Fired New York teachers compete for vacancies

New York teachers, whose jobs have been cut due to controversial budget cuts, are now scrambling to find jobs at other schools.

Park Slope music teacher Paul Trust told the Post he had just bought new percussion instruments for a Drums Around the World unit he is planning next year when he and his school’s other music teacher in Brooklyn were told that they would be released.

“As things stand there will be no music program next year,” said Trust, who has been at the school since 2009 and has been teaching since 2005. “I don’t know if the school ever didn’t have a music program.”

Some of the Teachers in Boots are finding new jobs – if not exactly in their wheelhouse.

At a Brooklyn elementary school with a bilingual program, two teachers who would otherwise have been fired were transferred to vacancies for English and Spanish learners in the kindergarten.

The problem is that none of the teachers speak Spanish.

“It’s not uncommon for people to teach outside of internships,” said another teacher on the program. “But it’s unusual to teach a bilingual program and not speak Spanish.”

School Chancellor David C Banks.
“We expect all of these surplus teachers to be picked up,” said School Chancellor David Banks.
Matthew McDermott

The school’s principal took the step to discourage the displaced teachers from going elsewhere, the source said.

Officials at the city’s Department of Education would not tell the Post exactly how many teachers were recently fired or “redundant” by Big Apple schools due to budget cuts due to lower enrollment, only describing the number as similar to previous years.

Some city council members have flipped the education cuts on their head — although some of them voted to approve them as part of the Big Apple’s overall budget.

The fifth grade teachers meet on the penultimate day of school.
At a Brooklyn elementary school, two non-Spanish-speaking teachers were moved to fill vacancies for English and Spanish learners in the kindergarten.
Michael Loccisano/Getty Images

Speaking to a roundtable of reporters last week, School Chancellor David Banks insisted, “We expect all of these surplus teachers to be picked up” or reassigned to other posts soon.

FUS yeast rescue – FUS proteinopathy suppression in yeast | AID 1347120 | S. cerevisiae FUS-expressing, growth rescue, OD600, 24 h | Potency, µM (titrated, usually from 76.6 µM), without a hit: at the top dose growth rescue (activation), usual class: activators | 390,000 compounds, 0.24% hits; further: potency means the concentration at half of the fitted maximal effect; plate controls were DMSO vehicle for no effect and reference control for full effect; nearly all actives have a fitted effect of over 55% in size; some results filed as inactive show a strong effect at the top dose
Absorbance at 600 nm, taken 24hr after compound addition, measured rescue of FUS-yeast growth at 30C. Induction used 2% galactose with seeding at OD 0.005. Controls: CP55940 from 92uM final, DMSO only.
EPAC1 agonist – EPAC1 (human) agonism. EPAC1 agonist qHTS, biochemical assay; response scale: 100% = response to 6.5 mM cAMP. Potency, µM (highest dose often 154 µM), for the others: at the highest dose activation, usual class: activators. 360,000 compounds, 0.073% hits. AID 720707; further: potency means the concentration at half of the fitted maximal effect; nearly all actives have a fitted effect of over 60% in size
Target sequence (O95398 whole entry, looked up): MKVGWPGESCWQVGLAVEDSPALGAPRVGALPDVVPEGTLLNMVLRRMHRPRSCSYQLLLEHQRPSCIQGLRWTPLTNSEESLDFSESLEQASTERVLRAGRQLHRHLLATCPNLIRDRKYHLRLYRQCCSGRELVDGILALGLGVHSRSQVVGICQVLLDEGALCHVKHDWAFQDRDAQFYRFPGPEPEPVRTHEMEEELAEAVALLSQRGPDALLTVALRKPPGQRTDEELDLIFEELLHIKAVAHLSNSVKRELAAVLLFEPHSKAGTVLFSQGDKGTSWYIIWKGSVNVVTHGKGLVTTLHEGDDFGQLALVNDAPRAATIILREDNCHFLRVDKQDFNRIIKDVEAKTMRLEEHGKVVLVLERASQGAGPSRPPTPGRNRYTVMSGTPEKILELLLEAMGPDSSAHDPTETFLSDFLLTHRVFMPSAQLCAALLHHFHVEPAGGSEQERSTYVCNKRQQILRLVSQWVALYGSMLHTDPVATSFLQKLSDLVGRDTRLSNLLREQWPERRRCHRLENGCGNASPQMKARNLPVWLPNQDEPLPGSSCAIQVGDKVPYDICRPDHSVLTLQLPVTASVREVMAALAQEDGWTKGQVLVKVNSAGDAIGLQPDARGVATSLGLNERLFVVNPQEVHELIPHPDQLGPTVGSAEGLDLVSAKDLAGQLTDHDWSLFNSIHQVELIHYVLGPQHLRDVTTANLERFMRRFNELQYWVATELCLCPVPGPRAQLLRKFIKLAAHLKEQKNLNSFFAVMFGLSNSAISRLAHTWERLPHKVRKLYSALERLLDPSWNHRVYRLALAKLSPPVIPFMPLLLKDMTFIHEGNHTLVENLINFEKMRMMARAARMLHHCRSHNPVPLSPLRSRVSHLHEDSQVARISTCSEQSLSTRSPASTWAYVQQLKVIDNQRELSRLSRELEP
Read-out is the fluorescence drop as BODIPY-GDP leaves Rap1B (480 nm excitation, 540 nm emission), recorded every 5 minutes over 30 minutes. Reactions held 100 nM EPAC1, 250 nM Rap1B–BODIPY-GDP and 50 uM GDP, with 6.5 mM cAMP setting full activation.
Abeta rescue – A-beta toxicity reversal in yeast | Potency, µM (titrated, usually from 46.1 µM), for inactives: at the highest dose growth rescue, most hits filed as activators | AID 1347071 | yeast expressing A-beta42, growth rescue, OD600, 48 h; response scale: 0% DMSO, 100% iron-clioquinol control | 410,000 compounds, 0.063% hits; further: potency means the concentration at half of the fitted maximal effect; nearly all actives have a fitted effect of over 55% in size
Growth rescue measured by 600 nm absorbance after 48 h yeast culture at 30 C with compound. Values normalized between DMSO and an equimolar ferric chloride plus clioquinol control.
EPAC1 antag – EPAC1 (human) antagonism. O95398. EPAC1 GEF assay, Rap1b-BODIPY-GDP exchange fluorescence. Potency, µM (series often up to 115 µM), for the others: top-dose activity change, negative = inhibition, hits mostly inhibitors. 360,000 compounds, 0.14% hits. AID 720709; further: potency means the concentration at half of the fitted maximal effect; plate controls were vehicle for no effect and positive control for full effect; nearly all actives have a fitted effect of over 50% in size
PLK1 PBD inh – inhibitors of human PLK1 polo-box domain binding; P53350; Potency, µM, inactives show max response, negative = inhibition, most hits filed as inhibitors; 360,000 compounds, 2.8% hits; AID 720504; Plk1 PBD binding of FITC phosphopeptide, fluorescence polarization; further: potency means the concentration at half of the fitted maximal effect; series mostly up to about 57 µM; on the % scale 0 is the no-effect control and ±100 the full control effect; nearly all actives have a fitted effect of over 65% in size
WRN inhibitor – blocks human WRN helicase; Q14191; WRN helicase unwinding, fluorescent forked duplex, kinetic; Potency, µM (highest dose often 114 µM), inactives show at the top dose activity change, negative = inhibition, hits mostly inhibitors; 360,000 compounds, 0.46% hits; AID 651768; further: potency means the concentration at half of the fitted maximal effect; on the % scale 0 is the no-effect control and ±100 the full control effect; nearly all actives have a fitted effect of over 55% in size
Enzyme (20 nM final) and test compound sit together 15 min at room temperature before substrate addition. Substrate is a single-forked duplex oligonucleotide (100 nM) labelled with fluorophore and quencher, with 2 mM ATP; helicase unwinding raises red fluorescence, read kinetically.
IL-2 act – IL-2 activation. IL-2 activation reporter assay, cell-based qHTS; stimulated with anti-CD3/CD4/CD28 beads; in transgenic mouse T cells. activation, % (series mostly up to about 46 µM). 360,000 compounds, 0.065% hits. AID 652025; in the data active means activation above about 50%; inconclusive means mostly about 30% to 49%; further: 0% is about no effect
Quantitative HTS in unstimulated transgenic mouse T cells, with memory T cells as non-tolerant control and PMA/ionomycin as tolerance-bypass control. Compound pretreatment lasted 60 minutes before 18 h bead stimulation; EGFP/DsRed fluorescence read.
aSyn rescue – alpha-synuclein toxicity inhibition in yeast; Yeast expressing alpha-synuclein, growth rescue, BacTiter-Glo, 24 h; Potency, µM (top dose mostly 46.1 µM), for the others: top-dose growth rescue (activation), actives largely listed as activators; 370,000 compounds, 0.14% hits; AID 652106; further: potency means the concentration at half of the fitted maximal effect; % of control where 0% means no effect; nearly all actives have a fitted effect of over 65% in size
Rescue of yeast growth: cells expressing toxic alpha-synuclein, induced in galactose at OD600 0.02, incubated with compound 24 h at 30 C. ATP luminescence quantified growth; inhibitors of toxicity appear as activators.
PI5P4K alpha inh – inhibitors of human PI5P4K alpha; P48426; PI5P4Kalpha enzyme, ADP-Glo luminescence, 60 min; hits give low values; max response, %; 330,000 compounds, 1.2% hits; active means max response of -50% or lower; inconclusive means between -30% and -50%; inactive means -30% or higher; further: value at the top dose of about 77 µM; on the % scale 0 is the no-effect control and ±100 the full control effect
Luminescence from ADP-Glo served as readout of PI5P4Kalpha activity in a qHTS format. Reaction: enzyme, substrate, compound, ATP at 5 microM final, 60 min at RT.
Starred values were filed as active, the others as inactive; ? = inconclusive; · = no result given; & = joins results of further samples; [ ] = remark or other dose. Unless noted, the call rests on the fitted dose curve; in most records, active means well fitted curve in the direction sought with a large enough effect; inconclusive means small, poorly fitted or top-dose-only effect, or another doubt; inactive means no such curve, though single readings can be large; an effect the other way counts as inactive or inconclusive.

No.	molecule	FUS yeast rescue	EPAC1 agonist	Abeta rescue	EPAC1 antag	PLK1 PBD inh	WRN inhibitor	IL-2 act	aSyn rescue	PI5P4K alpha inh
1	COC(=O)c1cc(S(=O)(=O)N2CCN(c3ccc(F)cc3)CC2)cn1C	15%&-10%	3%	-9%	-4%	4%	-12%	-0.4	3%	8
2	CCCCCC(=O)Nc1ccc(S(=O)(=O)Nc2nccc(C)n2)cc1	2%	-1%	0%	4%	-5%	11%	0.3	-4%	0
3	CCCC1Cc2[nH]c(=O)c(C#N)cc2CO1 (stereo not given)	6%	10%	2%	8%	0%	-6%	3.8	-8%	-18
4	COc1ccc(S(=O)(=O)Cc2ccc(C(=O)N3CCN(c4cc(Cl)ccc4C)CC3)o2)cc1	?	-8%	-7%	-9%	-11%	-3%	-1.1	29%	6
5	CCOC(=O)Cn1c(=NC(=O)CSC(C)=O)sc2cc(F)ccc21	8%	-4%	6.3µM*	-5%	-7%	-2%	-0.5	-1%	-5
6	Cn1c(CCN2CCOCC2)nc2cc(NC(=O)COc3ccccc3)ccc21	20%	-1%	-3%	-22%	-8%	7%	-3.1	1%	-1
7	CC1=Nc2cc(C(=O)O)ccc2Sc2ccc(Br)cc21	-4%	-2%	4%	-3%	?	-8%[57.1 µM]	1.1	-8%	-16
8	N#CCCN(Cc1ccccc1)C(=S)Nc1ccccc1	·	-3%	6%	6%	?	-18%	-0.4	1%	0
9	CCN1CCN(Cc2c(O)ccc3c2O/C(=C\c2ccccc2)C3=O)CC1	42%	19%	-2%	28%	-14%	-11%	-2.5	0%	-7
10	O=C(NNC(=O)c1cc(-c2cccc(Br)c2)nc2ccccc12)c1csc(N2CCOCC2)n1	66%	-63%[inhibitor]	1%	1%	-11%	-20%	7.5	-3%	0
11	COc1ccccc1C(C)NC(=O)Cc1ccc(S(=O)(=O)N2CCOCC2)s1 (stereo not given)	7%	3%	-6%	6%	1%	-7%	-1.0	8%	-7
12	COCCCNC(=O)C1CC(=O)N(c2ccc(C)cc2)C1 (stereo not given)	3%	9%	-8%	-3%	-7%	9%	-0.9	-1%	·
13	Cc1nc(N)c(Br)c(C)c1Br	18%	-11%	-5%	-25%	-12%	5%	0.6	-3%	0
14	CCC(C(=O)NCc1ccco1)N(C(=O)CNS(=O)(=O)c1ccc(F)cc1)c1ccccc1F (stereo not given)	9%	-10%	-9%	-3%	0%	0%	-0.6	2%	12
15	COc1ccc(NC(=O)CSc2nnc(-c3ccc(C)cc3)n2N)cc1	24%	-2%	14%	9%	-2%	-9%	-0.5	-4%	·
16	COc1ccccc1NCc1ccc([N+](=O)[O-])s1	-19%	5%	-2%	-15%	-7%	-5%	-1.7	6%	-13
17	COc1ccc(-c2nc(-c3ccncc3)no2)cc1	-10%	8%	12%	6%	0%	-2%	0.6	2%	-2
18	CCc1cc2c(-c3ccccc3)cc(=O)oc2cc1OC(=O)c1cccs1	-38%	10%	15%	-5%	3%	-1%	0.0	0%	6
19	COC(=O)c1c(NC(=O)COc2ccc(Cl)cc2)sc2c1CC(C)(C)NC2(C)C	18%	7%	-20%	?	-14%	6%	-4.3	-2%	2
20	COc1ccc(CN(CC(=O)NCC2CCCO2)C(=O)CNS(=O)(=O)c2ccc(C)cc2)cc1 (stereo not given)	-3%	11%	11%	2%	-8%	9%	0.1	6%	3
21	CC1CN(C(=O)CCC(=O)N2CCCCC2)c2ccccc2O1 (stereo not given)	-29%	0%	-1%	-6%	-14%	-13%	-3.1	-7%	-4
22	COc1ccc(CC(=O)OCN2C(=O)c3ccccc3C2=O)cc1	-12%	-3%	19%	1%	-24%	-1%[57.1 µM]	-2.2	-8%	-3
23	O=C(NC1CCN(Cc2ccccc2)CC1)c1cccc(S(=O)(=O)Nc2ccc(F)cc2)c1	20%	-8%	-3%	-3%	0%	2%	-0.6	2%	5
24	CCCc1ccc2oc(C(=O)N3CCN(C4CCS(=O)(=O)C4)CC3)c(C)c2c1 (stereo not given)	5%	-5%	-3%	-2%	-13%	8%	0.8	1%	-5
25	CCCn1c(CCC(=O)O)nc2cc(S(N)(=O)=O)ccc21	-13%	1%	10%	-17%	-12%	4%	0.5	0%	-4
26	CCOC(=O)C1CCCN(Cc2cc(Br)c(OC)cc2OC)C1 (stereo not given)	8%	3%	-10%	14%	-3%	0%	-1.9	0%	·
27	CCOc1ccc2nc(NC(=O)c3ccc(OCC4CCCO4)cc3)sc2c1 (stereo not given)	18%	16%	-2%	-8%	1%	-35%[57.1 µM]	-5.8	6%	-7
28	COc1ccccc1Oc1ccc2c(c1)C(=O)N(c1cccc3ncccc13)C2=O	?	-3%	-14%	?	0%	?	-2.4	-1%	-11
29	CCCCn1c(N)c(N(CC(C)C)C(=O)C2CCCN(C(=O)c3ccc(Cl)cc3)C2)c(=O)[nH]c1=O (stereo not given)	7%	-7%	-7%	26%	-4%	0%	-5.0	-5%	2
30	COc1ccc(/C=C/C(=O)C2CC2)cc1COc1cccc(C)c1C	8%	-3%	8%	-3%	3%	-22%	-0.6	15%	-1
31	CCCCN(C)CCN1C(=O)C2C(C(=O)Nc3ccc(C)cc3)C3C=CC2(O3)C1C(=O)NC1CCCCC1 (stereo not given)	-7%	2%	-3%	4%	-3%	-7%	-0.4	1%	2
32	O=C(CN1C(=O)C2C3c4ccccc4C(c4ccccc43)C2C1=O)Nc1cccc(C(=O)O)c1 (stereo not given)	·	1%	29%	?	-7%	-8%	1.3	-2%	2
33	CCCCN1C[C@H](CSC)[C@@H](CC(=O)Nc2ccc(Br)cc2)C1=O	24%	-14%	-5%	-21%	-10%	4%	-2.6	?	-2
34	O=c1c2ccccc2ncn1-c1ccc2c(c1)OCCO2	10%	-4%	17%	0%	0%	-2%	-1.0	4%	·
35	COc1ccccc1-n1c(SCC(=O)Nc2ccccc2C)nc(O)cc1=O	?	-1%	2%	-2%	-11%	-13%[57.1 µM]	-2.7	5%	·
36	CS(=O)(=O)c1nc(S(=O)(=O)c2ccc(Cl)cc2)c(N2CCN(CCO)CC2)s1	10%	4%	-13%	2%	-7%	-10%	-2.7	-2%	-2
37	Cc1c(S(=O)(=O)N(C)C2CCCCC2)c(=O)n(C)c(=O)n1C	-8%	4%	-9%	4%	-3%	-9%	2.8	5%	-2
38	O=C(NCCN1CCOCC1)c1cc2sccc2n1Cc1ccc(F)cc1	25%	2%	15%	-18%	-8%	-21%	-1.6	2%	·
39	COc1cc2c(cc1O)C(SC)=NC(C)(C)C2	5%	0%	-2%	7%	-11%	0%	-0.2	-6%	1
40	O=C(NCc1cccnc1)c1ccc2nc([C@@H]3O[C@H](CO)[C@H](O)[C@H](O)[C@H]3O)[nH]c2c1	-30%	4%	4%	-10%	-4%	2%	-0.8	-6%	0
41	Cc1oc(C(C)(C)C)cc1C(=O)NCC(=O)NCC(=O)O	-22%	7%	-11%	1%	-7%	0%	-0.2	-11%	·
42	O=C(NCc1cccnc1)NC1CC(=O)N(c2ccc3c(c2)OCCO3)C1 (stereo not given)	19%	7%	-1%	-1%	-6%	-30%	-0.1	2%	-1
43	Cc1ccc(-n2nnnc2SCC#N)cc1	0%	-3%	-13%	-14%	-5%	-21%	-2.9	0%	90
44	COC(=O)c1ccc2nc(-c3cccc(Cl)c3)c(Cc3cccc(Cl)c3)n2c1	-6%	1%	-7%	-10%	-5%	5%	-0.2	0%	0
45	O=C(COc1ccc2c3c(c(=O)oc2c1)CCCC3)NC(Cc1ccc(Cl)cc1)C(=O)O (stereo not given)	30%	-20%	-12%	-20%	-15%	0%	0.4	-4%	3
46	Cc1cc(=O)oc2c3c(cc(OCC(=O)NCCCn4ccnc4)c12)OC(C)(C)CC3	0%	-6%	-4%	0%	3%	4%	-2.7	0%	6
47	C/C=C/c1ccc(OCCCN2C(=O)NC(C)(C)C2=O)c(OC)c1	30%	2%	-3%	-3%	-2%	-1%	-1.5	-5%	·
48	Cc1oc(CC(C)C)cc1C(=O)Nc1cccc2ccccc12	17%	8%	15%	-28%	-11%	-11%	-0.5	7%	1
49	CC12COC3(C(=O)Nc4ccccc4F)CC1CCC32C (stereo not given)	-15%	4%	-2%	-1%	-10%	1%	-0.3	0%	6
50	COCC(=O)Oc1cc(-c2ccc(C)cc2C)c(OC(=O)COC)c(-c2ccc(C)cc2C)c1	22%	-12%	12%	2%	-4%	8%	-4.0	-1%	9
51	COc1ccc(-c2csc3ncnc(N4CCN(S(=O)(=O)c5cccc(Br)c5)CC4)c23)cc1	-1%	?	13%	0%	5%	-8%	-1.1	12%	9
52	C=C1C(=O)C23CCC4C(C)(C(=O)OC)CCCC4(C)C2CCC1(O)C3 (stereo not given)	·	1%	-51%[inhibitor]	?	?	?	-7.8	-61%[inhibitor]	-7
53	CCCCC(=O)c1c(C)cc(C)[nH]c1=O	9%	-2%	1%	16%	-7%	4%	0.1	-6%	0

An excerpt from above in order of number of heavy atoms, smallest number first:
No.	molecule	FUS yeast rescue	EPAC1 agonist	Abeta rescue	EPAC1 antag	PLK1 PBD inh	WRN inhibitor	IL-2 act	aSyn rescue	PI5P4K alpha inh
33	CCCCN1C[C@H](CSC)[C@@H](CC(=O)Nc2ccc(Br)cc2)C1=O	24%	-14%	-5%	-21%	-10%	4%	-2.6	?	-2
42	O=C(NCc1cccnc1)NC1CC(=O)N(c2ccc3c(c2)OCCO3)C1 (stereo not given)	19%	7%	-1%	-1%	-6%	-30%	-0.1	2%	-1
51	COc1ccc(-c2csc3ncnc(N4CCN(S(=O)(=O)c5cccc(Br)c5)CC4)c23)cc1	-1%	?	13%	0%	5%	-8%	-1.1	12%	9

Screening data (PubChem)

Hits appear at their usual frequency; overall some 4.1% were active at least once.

“There are several hundred teachers who have been overworked. We need to hire several thousand teachers this year,” he said.

But some of the “surplus” teachers – and the city’s council of school regulators and administrators – said that regardless of Banks’ claims, they expect less than usual to be set aside.

School Chancellor David C Banks.
“We need to hire several thousand teachers this year,” said School Chancellor David Banks.
Matthew McDermott

Currently, the DOE is working to fill current “surplus” employees with vacancies rather than hiring external candidates.

At least for the time being, the “surplus teachers” will still be paid for by taxpayers.

“The surplus teachers will be picked up first. Many of them will be picked up in the next few weeks,” Banks said.

Jessica Beck.
Jessica Beck said teachers are not interchangeable with a school community.
Jessica Beck

Nathaniel Styer, a department representative, added: “This is done to ensure that … we are able to retain teaching talent in our system.

“As we do every year, we will be regularly monitoring vacancies and surplus numbers and making adjustments to hiring restrictions as necessary to ensure all schools are staffed with qualified teachers in September,” he said.

Meanwhile, Trust and other internal candidates who don’t already have positions are currently applying for positions at schools across the city.

“I’m a little afraid of doing preliminary searches,” Trust said. “Because of this budget situation, there seems to be a lot of candidates for very few positions… And the arts are always the first thing to go.”

Jessica Beck, a former middle school English teacher at 75 Morton in Manhattan’s West Village, secured her next gig through the process, but said teachers are not interchangeable with a school community.

“I’m thinking about the kids I left,” Beck said. “There are students that I’ve worked very hard to build relationships with. Walls went up for some of them when they heard I was leaving. Some of them wept. Some of them asked middle school questions like, “Why couldn’t it be another teacher?”

“They need some stability, and that rocks their world when they lose adults that they’ve built trust with,” she said.

Beck, a veteran teacher with 18 years of experience but only a few years in Big Apple public schools, said she was fired because of seniority. She said she was told the school would lose 12 or 13 jobs in total.

Education officials said the difficult decision about who goes rests with school leaders.

“I don’t dictate to any principal which teacher is tutored,” Banks said. “We just say, ‘Here’s your budget,’ and the decision on who goes and who stays is made by the school board.”

School administrators are doing what they can to keep their teachers on staff, sources said.

At the Brooklyn Elementary School with the bilingual kiddie curriculum, the teacher involved in the program was sympathetic to the principal’s decision to provide her with two non-Spanish-speaking teachers.

“The director is being pushed into this position. I don’t think the director is intentionally undermining this program,” she said.

Meanwhile, Trust wondered what would become of his school’s new drums if staff didn’t use them.

“I used them for graduation, so they got a little use,” he said.

“But for now they’re kept in the closet — and who knows when they’ll come out when we’re not there.” Fired New York teachers compete for vacancies


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